Subject: Directory cookies, the continuing story
To: None <tech-kern@NetBSD.ORG>
From: Frank van der Linden <>
List: tech-kern
Date: 07/30/1997 15:52:24
I've changed the NFS readdir code to fix the 'ghost entry' problem. See
my message to this list on April 9th, titled "NFSv3 cookie jar" for
more detail.(*)

In short it comes down to doing what the v2 code (pre-lite2) did, with
as additions to make it work:

	1) a per-NFS node hashtable to do 64bit cookie -> 32bit blocknumber
	   translation for the sake of the buffer cache.
	2) Widen the path through the kernel to be able to handle
	   64bit cookies. Which comes down to making the cookies
	   returned by VOP_READDIR off_t, not u_long.
	3) Make the directory(3) routines read in all (most) of
	   an NFS directory in one go, to avoid troubles
	   with changed directories and BAD_COOKIE errors from
	   the server. Although most servers will probably
	   never return those. See the message mentioned above
	   for details.

There are issues wrt emulations that can only handle 32bit cookies.
They are unlikely to become a problem in practice, as I don't know
of any NFS server that returns cookies that have data in the upper 32 bits.
This is hard to work around, especially if you consider that binaries
running under emulation can read directories in unexpectedly sized
chunks. Like one entry at a time with (old Linux binaries). It can probably
be done right if a completely seperate NFS directory block cache is kept,
not using the normal buffer cache. With an additional lookup mechanism
in which you can find _any_ entry using an opaque key (a cookie), because
you can't count on the directory being read in the chunk amount that
you would like. This can be quite a bit of overhead both in time and
space for large directories (1000s of files), so I have decided not to
do this, not for now at least.

Coming to the userland part.. The directory(3) code should be able to
handle 64bit cookies. There are 2 ways to retrieve them. One is the
getdirentries() system call, using the last argument to it (an u_long *).
The other is lseek(). lseek() already returns a 64bit value, so this method
will work. However, currently, getdirentries() is used, with its (on
most ports) 32bit cookie value. To solve this, I can either:

	1) Always use lseek(), making the last argument to getdirentries()	
	   obsolete. A new getdirentries() syscall interface could
	   be created to reflect this (i.e. drop the last argument).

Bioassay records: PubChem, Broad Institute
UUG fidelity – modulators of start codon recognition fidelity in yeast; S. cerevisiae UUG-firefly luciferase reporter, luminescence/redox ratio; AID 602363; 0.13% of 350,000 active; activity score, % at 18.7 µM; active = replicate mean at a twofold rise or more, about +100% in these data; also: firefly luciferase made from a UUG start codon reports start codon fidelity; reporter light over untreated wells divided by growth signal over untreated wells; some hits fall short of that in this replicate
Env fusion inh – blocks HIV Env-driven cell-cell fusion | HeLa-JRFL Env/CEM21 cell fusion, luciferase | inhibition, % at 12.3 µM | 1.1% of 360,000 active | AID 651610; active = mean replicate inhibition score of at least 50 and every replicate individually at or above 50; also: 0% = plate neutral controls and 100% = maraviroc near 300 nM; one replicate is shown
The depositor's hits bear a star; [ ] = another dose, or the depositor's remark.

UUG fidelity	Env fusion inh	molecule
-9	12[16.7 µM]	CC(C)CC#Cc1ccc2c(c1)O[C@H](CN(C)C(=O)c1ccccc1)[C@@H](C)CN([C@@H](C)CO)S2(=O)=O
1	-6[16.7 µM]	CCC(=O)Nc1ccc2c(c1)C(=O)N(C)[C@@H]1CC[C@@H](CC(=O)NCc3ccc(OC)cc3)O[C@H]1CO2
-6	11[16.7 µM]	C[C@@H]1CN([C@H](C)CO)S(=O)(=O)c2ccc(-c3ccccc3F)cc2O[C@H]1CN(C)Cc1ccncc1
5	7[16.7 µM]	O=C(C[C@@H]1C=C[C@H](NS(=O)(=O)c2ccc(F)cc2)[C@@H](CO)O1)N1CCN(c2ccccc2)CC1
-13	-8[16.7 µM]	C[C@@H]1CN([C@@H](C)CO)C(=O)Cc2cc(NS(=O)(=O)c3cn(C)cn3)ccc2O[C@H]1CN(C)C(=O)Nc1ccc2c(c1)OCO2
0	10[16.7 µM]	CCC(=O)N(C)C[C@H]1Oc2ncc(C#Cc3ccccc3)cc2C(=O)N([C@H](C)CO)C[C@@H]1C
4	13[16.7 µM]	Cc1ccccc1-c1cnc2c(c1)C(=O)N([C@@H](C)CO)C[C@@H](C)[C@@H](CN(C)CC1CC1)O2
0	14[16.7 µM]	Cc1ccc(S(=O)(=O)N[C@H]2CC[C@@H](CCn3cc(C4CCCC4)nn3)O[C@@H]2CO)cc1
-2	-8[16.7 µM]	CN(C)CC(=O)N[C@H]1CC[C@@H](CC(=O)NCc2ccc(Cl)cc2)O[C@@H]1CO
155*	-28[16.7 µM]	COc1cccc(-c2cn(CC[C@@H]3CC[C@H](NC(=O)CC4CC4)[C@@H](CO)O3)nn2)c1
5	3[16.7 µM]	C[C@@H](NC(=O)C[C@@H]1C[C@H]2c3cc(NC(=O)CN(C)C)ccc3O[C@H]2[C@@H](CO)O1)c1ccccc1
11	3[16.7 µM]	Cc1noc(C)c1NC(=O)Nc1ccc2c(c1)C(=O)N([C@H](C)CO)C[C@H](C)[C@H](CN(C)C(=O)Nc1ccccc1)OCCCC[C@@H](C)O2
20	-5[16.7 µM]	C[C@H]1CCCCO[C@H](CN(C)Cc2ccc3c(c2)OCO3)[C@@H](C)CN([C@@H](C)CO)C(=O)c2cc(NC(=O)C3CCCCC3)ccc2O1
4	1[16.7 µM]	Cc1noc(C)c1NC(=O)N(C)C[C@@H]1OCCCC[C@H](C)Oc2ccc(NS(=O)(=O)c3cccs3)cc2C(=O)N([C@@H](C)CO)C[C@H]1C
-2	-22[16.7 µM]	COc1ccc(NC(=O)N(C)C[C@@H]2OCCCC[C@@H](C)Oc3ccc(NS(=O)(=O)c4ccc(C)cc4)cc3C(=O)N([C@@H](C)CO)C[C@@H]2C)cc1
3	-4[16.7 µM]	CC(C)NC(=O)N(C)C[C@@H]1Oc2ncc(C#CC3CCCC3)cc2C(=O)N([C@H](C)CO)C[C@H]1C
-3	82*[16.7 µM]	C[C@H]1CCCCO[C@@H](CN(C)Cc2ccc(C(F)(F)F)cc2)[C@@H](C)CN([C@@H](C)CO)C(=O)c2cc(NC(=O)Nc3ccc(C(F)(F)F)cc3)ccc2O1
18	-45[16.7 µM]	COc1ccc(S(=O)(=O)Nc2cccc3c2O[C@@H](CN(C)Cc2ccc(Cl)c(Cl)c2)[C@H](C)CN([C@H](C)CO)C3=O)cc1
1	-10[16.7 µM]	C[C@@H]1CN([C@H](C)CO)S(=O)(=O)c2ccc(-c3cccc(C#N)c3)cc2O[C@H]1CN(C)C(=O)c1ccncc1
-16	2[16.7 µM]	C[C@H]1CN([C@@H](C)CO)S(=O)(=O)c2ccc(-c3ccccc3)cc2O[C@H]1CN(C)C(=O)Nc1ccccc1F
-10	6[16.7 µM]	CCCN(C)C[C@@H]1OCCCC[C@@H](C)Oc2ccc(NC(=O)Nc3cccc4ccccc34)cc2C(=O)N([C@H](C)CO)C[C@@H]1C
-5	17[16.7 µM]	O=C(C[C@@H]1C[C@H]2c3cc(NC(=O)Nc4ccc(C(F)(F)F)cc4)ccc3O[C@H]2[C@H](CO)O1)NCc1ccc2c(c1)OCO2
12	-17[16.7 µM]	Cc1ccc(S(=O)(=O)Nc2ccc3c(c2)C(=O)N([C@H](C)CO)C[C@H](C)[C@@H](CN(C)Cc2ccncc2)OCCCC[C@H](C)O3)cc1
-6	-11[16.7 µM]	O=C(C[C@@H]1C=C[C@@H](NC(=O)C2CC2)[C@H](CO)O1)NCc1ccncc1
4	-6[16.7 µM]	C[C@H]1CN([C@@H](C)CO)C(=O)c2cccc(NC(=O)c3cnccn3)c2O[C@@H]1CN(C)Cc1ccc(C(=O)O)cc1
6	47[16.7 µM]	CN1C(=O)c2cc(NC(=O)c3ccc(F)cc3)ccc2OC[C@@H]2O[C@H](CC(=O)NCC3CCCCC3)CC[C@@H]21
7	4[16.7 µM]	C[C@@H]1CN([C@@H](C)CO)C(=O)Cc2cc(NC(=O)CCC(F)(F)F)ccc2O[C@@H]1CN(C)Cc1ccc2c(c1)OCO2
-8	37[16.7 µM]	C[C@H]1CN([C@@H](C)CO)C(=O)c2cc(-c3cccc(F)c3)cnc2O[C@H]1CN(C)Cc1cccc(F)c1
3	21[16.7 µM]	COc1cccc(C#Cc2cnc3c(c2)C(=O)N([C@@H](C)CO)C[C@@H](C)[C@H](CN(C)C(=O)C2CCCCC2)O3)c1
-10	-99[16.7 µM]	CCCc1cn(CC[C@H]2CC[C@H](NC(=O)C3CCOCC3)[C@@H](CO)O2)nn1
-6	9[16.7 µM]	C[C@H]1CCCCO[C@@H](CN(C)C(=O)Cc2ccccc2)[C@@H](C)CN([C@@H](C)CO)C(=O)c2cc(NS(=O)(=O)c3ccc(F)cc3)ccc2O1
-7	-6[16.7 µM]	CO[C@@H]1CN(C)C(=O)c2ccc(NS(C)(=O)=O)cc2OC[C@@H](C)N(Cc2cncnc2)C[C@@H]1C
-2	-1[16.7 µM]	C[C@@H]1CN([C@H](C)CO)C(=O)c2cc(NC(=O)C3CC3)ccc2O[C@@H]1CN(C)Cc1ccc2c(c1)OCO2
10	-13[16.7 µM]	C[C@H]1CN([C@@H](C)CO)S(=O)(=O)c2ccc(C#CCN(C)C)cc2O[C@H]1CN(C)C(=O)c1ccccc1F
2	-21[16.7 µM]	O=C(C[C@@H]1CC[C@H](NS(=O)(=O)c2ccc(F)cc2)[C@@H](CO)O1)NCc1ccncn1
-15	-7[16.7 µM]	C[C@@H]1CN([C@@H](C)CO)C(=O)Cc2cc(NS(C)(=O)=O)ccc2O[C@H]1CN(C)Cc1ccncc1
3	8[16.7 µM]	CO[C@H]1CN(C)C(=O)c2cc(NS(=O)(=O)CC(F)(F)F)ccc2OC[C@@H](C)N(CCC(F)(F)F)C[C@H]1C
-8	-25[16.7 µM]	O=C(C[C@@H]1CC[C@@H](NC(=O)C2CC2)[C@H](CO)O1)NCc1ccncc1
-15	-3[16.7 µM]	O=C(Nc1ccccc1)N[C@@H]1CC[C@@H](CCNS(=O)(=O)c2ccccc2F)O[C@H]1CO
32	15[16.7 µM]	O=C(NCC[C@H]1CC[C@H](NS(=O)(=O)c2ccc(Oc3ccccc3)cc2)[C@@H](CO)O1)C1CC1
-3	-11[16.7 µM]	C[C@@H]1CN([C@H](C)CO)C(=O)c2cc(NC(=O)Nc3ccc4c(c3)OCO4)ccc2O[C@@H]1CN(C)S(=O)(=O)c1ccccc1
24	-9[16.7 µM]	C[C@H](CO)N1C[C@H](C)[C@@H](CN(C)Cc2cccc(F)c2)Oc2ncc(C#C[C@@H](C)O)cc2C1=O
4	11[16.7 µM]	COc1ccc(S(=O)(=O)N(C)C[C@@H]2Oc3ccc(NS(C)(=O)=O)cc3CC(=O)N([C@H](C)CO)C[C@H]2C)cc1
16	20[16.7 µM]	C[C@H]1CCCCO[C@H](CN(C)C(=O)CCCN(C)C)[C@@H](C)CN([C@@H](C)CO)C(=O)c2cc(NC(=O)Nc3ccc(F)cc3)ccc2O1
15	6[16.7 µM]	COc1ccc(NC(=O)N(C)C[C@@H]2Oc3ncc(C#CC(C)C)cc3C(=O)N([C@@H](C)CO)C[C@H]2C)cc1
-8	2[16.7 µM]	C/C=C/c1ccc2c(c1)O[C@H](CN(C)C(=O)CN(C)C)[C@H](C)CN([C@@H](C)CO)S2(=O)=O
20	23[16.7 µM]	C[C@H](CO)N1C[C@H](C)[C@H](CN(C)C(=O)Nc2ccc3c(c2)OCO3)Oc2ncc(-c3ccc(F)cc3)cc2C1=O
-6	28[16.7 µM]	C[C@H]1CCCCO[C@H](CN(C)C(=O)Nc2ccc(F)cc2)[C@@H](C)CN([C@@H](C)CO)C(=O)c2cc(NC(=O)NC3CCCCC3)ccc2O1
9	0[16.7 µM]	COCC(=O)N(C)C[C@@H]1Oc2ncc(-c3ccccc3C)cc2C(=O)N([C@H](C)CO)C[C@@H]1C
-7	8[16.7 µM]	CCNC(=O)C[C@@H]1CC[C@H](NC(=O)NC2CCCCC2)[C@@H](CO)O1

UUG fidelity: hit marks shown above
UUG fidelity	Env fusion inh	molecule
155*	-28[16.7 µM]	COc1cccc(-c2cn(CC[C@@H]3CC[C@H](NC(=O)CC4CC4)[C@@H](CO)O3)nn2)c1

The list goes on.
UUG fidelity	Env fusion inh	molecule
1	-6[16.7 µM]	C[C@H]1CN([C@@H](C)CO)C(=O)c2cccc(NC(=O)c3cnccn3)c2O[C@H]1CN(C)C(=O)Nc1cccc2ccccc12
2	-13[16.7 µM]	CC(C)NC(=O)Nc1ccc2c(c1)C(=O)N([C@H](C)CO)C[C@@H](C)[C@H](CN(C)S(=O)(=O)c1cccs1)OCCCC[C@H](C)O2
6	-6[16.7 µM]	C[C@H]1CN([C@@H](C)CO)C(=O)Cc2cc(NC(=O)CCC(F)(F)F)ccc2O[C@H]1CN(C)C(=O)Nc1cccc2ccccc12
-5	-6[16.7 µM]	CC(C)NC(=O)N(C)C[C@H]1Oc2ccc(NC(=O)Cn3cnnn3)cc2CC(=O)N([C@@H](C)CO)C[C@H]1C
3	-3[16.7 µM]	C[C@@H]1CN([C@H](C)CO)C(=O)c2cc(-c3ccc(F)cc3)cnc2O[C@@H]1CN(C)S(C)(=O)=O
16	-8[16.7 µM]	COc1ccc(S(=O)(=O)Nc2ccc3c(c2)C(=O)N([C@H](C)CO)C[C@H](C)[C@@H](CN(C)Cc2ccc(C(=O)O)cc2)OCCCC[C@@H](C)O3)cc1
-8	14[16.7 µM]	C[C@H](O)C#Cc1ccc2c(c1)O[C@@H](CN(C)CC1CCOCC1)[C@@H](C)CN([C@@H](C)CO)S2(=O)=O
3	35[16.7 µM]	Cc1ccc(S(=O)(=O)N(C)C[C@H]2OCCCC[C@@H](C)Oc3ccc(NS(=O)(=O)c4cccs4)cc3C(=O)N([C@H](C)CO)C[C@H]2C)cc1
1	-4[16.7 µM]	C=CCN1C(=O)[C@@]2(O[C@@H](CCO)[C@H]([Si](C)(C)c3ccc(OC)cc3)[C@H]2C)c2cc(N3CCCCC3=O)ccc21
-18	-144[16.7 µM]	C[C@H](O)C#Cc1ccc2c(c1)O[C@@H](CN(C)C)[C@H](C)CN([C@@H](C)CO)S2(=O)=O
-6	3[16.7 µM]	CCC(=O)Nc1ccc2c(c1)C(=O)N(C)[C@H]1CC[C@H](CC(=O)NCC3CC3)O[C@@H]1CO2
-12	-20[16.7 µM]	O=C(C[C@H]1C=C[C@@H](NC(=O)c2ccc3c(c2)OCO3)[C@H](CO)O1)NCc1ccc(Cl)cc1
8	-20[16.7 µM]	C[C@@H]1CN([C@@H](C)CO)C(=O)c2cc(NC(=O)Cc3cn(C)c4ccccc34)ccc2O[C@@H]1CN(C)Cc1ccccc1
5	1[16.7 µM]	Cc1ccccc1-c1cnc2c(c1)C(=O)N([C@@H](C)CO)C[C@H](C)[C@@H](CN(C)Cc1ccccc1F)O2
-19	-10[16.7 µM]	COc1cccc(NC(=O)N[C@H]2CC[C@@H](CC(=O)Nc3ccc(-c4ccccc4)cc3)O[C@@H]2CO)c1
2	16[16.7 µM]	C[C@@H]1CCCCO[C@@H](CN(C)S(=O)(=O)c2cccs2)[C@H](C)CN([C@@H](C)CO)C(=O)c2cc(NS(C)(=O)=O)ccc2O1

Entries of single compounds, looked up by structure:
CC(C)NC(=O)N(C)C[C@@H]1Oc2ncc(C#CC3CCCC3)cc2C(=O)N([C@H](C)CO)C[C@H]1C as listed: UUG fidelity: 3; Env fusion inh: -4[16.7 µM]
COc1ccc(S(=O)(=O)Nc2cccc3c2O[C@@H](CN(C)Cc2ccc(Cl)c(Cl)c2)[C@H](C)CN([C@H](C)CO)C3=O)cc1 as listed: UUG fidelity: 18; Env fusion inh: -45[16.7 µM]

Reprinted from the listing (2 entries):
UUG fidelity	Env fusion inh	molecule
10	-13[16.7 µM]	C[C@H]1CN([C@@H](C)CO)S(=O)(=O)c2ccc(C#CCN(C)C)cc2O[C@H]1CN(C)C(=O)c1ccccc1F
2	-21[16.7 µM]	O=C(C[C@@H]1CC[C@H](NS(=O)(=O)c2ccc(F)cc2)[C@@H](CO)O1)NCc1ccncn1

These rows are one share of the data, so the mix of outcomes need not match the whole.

2) Change the getdirentries() syscall interface to have the
	   last argument be an off_t *, not u_long *.

Changing the getdirentries() interface is not a big problem, the only
place I know of where it is used is libc, in the directory(3) functions.

I discussed it with Charles, and the conclusion was that 1) is as good
as anything. It would be in sync with the getdents() system call on
other systems. The only possible problem I can think of is a multithreaded
environment, where another thread does a getdirentries() call, right
after you've done one, but before you could do the lseek() to retrieve
the cookie information.

I should mention one other way to fix this: add a d_off field to
the dirent structure, which obsoletes the need for cookies to
be returned by the VOP_READDIR operation. struct dirent would no
longer match the on-disk version of FFS in that case, though.

I'd like comments on what to do wrt. the getdirentries() call.
What would be the best thing to do, either always use lseek()
or 'upgrade' getdirentries() ? About the other issues: please
comment if you have thoughts, but for now I'm pretty much settled
on making these changes, especially since it fixes the "ghost
entry" problem before 1.3, and because it has been discussed
before and I only got (positive) comments from Rick.

The seperate cache for NFS directory entries can be implemented
later if it is deemed necesarry

- Frank

(*) [There is an error in that message, it states that in v2 the offset
     cookies were not opaque. This is not true, they were supposed to be
     opaque according to the spec. However, you could basically count on
     them actually being offsets, as all servers seemed to implement them
     that way].